VOLUME 112, ISSUE 11
Missing UNC toxic waste found
STATE PROBES REMOVAL OF 2 DRUMS FROM BUILDING SITE
BY JOSEPH R. SCHWARTZ
ASSISTANT UNIVERSITY EDITOR
The N.C. Department of
Environment and Natural
Resources informed UNC officials
Saturday that they located two
containers of toxic waste that have
been missing from a UNC con
struction site since January.
Peter Reinhardt, UNC director
of environment, health and safety,
Position shift awaits
approval of trustees
BY JOSEPH R. SCHWARTZ
ASSISTANT UNIVERSITY EDITOR
Bernadette Gray-Little hasn’t officially left
her post as executive associate provost, but
UNC officials believe they already have
found the person who will replace her.
Gray-Little was recommended to take up
the position of dean of the College of Arts and
Sciences, but she won’t be given her new title
officially until the UNC Board of Trustees
approves the move at its March 25 meeting.
In anticipation of the BOT’s likely
approval, Chancellor James Moeser signed
off on Provost Robert Shelton’s recommen
dation to promote Steve Allred to executive
Allred currently serves as associate
provost for academic initiatives, a position
in which he has served since August of2ool.
He noted that he began his current job
the same day Gray-Little started her position
and that the two were selected by the same
He also was quick to point out that Gray-
Little did a superb job.
“I’m really honored to be given the oppor
tunity to do this,” he said. “I hope that I can
be as well thought of as Bernadette Gray-
Little was in this position.”
Allred graduated from UNC in 1974 and
returned in 1986 to work in the Institute of
Although Gray-Little’s move will be
tough, Shelton said, he is happy that Allred
is willing to fill the position. Shelton said he
believes Allred is ready to take on the new
responsibility. “I think Steve has proven
himself at all levels,” he said.
Shelton recommended Allred after sever
al deans and faculty members requested that
he receive the promotion.
He said he anticipates that the BOT will
approve the moves, and an internal search
committee will be formed to find someone to
fill Allred’s old spot
In the meantime, Allred said, he will be
doing both jobs. Shelton said a combined
effort will be needed to fulfill all of the
responsibilities in both of the jobs.
“We’ll distribute those among everyone in
my office,” he said. “We’ll all have to work a lit
tle bit harder, but I’m hopeful with an inter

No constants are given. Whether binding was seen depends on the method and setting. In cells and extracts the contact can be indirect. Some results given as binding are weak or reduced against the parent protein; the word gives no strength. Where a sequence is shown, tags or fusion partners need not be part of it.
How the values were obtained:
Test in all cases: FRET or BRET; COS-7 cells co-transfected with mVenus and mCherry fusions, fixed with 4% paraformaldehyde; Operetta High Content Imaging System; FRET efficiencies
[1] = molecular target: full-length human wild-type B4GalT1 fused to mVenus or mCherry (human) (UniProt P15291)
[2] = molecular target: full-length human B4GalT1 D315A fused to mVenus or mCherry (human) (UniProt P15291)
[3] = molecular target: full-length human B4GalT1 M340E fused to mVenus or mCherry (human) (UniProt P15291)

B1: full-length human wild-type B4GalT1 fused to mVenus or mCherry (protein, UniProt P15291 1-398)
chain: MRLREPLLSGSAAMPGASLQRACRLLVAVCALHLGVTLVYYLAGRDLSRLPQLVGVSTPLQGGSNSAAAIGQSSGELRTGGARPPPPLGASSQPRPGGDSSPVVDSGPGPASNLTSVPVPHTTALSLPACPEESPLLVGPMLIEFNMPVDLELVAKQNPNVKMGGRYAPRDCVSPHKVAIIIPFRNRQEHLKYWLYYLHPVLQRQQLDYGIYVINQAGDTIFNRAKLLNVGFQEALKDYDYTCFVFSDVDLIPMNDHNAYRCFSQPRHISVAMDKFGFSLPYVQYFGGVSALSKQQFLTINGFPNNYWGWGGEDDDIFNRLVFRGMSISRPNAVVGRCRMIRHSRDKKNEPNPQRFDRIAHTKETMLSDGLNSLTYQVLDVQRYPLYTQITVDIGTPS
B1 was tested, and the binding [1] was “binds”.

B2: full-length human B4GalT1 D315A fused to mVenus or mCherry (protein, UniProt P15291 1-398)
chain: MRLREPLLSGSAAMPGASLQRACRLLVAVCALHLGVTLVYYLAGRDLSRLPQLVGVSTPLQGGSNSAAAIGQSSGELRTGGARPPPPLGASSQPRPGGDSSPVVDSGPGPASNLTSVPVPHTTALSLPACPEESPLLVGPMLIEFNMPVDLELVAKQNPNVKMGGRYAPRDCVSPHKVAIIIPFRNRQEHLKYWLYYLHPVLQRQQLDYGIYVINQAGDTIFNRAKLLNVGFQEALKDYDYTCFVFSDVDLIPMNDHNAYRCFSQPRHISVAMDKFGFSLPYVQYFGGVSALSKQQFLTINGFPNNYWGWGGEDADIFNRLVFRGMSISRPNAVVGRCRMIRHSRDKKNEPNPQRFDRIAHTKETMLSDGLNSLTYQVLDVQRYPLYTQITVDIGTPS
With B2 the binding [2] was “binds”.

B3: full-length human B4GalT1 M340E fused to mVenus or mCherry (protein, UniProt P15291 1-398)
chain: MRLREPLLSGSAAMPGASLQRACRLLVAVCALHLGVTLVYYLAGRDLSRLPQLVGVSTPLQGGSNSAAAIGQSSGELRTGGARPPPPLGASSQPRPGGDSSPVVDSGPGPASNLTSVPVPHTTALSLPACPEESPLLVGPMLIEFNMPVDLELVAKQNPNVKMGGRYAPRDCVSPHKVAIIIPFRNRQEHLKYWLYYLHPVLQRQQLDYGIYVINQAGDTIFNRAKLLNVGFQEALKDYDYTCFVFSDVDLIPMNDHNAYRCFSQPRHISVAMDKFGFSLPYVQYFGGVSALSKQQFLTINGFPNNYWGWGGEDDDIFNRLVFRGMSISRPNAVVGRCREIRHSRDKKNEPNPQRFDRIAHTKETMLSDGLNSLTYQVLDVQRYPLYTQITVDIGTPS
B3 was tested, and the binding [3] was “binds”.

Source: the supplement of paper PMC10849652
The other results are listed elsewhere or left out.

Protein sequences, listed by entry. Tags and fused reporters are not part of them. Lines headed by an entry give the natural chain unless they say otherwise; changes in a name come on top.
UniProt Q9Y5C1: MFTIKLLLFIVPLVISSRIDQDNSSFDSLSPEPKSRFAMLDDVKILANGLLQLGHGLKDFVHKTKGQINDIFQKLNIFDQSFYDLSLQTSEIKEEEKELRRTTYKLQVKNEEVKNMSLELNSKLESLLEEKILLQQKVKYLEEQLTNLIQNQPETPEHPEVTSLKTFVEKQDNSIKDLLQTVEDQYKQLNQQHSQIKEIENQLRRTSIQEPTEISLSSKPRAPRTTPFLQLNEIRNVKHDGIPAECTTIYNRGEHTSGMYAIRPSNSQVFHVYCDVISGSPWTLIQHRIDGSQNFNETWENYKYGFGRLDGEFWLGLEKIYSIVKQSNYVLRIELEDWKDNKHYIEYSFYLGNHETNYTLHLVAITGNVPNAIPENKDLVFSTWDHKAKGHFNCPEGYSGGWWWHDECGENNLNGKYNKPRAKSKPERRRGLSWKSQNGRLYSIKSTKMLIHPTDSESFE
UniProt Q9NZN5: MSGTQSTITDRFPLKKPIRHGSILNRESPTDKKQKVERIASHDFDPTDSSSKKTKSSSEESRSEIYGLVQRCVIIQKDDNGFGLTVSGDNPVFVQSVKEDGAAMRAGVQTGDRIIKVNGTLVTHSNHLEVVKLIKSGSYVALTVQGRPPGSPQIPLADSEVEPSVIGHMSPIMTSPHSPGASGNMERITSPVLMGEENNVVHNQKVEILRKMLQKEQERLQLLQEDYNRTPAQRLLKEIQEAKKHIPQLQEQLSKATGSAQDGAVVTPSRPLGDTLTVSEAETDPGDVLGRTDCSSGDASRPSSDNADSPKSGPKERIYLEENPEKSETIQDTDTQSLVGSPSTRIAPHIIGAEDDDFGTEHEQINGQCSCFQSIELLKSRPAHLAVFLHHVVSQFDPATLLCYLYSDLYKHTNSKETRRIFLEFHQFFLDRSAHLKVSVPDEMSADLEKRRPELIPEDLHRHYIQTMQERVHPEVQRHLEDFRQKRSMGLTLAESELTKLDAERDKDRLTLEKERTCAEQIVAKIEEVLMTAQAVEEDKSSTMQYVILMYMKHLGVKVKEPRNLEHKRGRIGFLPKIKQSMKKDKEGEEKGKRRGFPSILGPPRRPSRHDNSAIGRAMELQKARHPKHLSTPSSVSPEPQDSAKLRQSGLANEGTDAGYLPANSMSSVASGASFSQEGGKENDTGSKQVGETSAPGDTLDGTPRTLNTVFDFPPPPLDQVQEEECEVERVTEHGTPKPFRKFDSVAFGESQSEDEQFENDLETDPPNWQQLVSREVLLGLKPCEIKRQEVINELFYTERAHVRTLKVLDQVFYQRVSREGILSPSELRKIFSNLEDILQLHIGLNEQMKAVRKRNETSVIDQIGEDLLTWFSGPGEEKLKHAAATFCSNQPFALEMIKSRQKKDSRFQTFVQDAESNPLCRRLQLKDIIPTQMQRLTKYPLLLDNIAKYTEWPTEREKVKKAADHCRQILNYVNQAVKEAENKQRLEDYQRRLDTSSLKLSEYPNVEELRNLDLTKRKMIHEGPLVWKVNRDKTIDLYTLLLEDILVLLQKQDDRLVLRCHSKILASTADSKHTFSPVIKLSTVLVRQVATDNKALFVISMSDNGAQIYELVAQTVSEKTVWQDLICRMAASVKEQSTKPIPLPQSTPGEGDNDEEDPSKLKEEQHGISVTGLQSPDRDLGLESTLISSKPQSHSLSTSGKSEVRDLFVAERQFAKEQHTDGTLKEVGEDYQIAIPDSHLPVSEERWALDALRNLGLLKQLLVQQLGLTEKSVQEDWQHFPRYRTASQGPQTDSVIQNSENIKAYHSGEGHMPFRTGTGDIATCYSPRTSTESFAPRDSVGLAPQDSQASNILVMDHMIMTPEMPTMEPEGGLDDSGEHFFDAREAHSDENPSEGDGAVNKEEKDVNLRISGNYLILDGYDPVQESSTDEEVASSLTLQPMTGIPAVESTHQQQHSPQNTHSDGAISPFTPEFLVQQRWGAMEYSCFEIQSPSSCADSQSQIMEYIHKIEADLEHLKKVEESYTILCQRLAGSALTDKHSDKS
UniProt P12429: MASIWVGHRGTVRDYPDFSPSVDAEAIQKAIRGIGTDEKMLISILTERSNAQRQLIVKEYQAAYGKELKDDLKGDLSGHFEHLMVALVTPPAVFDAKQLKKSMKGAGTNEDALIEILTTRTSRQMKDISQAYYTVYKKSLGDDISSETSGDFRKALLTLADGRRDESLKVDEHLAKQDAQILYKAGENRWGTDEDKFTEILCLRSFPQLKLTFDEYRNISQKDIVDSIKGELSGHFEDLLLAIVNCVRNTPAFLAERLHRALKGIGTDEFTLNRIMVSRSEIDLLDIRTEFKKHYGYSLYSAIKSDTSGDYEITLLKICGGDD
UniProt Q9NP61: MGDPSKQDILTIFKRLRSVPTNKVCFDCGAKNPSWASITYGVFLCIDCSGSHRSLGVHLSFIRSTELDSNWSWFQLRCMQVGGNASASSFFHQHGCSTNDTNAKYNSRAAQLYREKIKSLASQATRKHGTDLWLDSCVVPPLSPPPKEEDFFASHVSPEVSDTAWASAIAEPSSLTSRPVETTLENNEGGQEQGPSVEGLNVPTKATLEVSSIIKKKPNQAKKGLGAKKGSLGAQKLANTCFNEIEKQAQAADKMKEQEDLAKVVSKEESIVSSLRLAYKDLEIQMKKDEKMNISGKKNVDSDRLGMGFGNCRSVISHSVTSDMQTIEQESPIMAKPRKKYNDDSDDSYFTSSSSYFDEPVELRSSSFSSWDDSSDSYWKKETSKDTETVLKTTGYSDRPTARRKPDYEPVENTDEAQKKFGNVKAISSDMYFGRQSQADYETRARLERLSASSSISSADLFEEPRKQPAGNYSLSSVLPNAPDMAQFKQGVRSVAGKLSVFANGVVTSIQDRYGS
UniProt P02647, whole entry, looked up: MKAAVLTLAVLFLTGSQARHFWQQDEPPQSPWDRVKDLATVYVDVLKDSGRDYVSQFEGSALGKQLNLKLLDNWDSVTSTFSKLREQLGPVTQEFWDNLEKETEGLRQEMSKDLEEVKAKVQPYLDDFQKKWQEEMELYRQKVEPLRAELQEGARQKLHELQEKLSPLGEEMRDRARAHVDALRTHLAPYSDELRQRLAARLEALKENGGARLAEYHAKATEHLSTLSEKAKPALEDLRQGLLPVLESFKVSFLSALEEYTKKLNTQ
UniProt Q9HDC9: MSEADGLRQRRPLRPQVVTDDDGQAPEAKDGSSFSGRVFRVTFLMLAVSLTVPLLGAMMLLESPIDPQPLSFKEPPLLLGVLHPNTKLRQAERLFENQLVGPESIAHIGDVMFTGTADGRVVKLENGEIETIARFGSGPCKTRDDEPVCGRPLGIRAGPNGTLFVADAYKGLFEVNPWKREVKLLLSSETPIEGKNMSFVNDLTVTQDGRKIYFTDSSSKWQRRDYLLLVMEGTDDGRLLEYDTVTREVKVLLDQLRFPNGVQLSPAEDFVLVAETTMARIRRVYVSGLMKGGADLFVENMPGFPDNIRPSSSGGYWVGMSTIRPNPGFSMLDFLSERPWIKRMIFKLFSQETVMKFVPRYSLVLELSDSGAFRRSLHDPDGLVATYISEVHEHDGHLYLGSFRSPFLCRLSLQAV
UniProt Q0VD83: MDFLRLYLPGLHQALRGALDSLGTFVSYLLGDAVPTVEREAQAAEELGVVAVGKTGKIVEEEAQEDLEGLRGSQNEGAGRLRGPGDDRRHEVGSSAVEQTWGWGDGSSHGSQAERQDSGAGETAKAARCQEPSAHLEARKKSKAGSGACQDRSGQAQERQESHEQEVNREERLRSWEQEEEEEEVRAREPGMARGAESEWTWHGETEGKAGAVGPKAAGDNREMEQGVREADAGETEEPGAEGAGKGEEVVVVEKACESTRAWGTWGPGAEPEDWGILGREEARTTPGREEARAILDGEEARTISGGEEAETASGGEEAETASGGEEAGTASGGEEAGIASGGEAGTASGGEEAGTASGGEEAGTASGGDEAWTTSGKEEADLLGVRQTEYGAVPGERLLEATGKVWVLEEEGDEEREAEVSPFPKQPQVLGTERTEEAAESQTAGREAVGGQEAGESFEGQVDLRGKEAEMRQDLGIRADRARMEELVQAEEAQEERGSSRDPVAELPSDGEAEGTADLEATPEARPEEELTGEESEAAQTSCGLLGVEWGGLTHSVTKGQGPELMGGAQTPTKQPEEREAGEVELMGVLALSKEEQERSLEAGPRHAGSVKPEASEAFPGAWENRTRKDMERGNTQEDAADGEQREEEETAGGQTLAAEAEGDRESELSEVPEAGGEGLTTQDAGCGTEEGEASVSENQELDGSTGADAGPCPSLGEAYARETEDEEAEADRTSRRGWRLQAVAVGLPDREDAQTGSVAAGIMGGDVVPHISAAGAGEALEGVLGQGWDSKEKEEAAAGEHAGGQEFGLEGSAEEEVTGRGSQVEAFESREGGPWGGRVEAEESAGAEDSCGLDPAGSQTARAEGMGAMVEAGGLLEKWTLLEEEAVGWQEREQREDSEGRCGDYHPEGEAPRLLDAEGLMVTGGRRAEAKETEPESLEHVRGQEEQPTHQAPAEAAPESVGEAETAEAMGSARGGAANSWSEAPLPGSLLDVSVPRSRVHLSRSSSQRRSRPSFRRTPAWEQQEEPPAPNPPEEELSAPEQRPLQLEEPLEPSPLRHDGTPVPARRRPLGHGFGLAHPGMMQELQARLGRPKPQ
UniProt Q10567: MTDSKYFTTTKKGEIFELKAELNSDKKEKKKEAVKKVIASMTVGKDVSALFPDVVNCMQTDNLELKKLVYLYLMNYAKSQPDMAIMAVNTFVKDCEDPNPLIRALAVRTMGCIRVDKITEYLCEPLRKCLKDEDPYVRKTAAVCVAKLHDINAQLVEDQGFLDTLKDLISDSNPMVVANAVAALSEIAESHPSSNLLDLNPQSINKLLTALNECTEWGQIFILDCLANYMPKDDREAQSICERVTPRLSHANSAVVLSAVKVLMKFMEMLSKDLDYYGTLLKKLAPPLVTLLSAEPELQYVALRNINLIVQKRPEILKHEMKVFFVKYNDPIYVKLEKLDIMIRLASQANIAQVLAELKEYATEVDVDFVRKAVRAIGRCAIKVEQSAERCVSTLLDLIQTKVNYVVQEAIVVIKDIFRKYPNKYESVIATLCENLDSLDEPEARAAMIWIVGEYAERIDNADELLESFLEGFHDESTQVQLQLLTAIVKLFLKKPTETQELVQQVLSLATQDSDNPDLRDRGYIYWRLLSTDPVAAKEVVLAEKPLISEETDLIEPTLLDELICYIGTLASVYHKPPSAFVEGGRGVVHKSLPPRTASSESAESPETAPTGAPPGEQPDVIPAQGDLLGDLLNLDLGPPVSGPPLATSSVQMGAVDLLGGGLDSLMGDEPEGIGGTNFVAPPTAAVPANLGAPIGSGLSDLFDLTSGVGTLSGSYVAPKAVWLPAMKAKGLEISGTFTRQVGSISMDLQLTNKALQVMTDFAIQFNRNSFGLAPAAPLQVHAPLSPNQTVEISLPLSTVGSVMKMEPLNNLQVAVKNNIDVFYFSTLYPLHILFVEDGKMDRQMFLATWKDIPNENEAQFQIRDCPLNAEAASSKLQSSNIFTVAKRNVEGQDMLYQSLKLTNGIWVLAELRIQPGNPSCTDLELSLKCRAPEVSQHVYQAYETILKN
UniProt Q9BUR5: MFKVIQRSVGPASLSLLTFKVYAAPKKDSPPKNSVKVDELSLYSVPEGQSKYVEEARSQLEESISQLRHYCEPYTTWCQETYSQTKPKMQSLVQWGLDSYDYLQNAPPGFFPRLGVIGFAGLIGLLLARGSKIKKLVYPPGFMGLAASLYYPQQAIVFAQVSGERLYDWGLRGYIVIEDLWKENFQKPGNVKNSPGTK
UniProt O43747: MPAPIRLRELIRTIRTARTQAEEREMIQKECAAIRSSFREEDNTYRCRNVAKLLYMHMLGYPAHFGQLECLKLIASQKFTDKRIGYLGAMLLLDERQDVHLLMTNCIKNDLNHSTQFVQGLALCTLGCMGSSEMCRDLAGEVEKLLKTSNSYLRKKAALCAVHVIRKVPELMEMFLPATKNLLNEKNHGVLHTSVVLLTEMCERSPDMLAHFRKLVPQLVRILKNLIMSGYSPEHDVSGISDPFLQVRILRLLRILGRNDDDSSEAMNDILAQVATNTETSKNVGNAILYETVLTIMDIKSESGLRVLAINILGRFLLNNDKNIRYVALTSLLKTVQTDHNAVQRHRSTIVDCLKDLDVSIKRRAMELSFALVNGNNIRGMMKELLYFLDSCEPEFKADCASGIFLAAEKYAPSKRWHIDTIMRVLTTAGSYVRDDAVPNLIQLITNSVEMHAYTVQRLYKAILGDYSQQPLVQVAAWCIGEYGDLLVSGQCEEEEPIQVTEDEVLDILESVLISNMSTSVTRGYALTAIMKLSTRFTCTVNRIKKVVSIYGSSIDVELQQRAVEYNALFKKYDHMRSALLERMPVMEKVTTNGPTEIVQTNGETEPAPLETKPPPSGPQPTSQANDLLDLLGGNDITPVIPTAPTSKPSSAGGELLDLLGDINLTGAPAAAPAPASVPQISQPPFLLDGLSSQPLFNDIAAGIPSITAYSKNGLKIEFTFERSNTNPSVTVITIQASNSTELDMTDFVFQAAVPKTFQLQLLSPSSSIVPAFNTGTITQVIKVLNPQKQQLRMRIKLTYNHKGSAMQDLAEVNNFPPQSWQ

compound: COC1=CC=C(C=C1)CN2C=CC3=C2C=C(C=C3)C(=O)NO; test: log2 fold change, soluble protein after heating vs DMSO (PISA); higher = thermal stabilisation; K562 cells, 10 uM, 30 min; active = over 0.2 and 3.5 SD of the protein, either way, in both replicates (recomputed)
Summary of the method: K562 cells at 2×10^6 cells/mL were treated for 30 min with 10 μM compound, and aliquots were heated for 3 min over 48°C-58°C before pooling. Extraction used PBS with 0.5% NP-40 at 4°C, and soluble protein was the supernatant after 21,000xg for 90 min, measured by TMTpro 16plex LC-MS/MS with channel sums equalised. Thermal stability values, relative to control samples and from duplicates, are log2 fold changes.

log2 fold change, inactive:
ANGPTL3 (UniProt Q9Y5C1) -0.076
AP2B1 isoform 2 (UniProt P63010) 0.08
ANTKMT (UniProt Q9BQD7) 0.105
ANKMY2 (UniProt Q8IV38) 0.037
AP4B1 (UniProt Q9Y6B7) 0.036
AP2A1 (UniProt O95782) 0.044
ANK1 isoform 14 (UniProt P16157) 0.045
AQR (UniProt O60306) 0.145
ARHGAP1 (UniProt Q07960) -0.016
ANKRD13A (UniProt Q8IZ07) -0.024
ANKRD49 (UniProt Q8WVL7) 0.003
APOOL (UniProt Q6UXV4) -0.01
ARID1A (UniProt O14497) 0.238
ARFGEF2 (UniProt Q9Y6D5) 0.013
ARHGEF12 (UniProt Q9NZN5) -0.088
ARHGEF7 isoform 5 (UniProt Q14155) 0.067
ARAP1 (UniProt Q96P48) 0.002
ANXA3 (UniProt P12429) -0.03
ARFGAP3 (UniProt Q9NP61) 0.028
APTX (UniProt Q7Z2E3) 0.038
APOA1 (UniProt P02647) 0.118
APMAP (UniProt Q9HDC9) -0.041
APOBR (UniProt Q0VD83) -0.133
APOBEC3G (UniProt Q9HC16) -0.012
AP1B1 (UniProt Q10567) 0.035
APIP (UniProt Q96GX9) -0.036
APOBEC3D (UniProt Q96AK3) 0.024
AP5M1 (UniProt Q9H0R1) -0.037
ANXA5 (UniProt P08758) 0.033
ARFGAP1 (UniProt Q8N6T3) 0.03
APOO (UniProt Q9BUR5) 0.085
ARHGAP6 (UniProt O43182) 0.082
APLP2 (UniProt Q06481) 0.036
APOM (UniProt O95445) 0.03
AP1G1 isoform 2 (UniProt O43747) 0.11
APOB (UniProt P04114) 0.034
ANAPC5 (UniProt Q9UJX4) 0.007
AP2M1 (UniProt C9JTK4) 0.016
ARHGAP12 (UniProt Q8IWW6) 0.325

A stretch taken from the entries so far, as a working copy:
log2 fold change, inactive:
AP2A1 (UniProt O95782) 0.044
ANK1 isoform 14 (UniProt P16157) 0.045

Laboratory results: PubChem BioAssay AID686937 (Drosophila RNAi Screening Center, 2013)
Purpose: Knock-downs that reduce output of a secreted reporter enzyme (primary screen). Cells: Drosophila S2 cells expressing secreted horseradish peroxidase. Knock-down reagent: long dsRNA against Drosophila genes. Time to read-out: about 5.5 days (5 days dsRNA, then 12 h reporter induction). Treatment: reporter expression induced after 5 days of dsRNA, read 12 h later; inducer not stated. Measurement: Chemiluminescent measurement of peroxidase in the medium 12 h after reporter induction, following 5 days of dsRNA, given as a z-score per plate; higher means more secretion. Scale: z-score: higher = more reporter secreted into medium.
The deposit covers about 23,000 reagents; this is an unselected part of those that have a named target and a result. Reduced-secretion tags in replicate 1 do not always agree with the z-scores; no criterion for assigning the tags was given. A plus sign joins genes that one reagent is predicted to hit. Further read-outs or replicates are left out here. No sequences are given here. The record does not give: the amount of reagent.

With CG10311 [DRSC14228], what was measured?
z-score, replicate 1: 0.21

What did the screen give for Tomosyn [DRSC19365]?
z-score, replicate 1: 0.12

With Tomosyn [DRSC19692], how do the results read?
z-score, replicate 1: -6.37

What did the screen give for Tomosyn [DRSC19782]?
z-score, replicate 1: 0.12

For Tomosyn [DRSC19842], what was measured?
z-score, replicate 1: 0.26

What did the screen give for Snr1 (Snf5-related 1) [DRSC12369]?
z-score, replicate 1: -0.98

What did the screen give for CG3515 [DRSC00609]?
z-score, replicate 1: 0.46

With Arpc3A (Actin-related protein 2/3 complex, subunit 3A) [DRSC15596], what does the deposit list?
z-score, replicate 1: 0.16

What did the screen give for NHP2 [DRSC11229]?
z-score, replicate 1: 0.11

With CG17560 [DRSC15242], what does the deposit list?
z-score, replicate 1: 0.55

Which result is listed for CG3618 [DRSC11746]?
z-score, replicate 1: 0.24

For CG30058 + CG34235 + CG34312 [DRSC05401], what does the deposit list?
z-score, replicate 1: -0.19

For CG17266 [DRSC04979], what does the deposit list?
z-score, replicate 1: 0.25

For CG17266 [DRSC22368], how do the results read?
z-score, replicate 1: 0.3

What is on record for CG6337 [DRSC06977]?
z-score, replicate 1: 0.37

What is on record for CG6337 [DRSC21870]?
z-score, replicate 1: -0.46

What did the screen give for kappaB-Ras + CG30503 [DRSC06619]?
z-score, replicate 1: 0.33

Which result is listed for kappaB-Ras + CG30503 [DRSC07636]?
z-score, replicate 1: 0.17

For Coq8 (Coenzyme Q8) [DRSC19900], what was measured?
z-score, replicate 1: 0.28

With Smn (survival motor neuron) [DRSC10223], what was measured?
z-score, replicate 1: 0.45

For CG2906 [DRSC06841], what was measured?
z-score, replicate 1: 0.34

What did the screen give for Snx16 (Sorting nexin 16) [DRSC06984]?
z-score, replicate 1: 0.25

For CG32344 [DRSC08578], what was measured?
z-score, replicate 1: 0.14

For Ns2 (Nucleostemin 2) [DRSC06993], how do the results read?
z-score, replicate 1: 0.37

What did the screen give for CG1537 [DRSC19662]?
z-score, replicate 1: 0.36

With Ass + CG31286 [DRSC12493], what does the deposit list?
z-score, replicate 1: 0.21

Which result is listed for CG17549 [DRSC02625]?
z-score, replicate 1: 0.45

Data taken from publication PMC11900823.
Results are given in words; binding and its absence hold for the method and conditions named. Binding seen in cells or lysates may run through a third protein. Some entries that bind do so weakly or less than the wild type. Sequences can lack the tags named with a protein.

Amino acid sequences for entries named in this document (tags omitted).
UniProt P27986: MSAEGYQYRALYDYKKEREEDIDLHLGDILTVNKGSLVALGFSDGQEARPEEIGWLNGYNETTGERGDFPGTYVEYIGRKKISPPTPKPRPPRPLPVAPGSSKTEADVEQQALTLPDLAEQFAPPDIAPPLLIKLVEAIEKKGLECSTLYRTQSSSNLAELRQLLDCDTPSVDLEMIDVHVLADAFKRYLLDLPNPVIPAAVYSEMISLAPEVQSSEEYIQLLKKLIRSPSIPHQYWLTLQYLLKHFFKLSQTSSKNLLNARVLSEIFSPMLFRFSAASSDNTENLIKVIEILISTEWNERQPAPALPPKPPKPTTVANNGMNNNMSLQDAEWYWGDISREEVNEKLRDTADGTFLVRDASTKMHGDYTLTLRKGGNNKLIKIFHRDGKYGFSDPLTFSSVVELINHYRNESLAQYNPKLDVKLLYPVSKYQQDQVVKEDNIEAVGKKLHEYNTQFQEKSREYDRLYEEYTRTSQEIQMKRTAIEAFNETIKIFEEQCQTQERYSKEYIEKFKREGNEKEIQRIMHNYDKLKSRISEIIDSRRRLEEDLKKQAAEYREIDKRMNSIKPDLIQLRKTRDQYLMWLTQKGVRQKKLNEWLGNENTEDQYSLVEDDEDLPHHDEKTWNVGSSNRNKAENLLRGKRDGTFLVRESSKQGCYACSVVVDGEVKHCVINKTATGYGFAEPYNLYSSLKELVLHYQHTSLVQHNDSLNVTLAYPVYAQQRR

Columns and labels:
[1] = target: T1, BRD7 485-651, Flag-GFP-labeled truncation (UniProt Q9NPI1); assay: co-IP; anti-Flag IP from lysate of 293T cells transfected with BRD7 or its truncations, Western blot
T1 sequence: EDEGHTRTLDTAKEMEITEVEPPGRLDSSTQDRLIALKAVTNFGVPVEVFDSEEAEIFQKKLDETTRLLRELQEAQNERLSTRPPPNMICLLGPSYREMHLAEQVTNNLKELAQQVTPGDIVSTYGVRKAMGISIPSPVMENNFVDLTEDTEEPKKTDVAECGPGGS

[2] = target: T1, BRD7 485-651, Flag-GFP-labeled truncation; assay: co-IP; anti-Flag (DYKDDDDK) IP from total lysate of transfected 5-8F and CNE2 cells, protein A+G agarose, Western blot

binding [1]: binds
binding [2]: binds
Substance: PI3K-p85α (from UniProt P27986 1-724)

nal search we will fill the position quickly.”
He noted Allred will now work more
closely with deans.
SEE ALLRED, PAGE 5
System budget cuts may affect classes
UNC-CH may cut up to 60 sections
BY STEPHANIE JORDAN
ASSISTANT STATE & NATIONAL EDITOR
UNC-system schools say they
will feel the punch of budget cuts if
the state enacts reduction scenarios
that could slash schools’ budgets by
1 percent, 2 percent or 3 percent.
“It will certainly have an impact
on our academic core,” said Chuck
Hawkins, senior associate vice
chancellor for financial services at
East Carolina University. “We’ve
taken hits of $45 million. We’ve
already taken out everything we
Marilyn Yarbrough, a UNC law professor and former
University provost died Tuesday at age 58 PAGE 3
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raised concerns last week about the
whereabouts of the toxic waste cre
ated from the renovation of the
Medical Science Research
Building. Reinhardt said Sunday
that he was happy to hear the
waste was found.
“They’ve assured us that it’s
been found and that it will be dis
posed of properly,” he said.
Reinhardt said UNC will coop
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North Carolina junior Jawad Williams sits in the team locker room Friday following the Tar Heels' 83-82 ACC Tournament quarterfinal loss to Georgia Tech in Greensboro.
TAR HEELS LOOK TO MOVE ON
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UNC coach Sylvia Hatchell had the women's team, including Candace
Sutton (left) and Leah Metcalf, watch Duke's tournament celebration.
could out of nonacademics.”
The deadline for public univer
sities to forecast what likely would
be cut if the funding is reduced was
originally March 5, but it was
extended by two business days to
March 9, giving the schools more
time to consider their possible cuts.
But university officials across the
system say the extension does not
make the reductions more palat
“Cuts have been deep over the
last few years,” Hawkins said.
erate fully with NCDENR as it con
ducts a formal investigation as to
how the two containers were